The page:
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Immunology. 1989 Sep;68(1):108-13.

Properties of lymph-borne (veiled) dendritic cells in culture. II. Expression of the IL-2 receptor: role of GM-CSF.

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Sir William Dunn School of Pathology, Oxford, U.K.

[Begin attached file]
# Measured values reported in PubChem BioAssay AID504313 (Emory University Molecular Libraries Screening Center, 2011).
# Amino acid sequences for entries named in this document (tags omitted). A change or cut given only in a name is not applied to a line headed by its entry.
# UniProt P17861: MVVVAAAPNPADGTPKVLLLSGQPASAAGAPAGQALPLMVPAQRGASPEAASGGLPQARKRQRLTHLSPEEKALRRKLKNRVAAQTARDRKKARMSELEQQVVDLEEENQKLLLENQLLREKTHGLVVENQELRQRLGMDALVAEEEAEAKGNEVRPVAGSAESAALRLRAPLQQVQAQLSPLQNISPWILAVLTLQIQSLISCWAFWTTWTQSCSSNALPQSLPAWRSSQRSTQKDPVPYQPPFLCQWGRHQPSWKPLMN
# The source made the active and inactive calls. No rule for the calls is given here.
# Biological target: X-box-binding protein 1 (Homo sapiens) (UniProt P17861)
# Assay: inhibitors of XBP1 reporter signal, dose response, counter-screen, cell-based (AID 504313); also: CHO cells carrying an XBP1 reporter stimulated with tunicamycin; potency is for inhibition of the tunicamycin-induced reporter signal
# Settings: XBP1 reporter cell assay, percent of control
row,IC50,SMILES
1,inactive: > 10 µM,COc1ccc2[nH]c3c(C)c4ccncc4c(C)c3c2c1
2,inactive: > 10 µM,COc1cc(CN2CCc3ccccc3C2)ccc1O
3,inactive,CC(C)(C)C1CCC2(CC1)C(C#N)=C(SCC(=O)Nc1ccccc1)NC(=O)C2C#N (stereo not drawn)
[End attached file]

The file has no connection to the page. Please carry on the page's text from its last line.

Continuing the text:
Fresh lymph-borne (veiled) dendritic cells (L-DC) in the rat are almost totally negative for the interleukin-2 (IL-2) receptor detected by the monoclonal antibody (mAb) MRC OX39. After 16 hr culture more than 90% of L-DC are OX39 positive, and increased levels of expression can be seen within 5 hr culture. In cultures of L-DC and allogeneic lymphocytes. L-DC appear to express the IL-2 receptor more rapidly than lymphocytes. The intensity of labelling of L-DC is variable but maximal levels are similar to those seen on lymphoblasts. Culture in the presence of concanavalin A (Con A)-stimulated spleen cell supernatants or recombinant granulocyte-macrophage colony-stimulating factor (GM-CSF) results in a more rapid and intense expression of the IL-2 receptor by L-DC. L-DC cultured following rigorous T-cell depletion, or derived from athymic rats also express the IL-2 receptor after culture with GM-CSF. Cultured, but not fresh, L-DC bind iodinated recombinant IL-2 in a dose-dependent manner and binding is inhibited by excess unlabelled ligand. The amount of IL-2 bound varies but maximal amounts are similar to those bound by lymphoblasts. Following intravenous endotoxin injection, a large proportion of freshly collected L-DC express the IL-2 receptor and the number of L-DC released into the lymph is increased. An antibody to the IL-2 receptor which blocks an allogeneic MLR has no effect on a xenogeneic MLR using rat L-DC as stimulators and mouse lymphocytes as responders.

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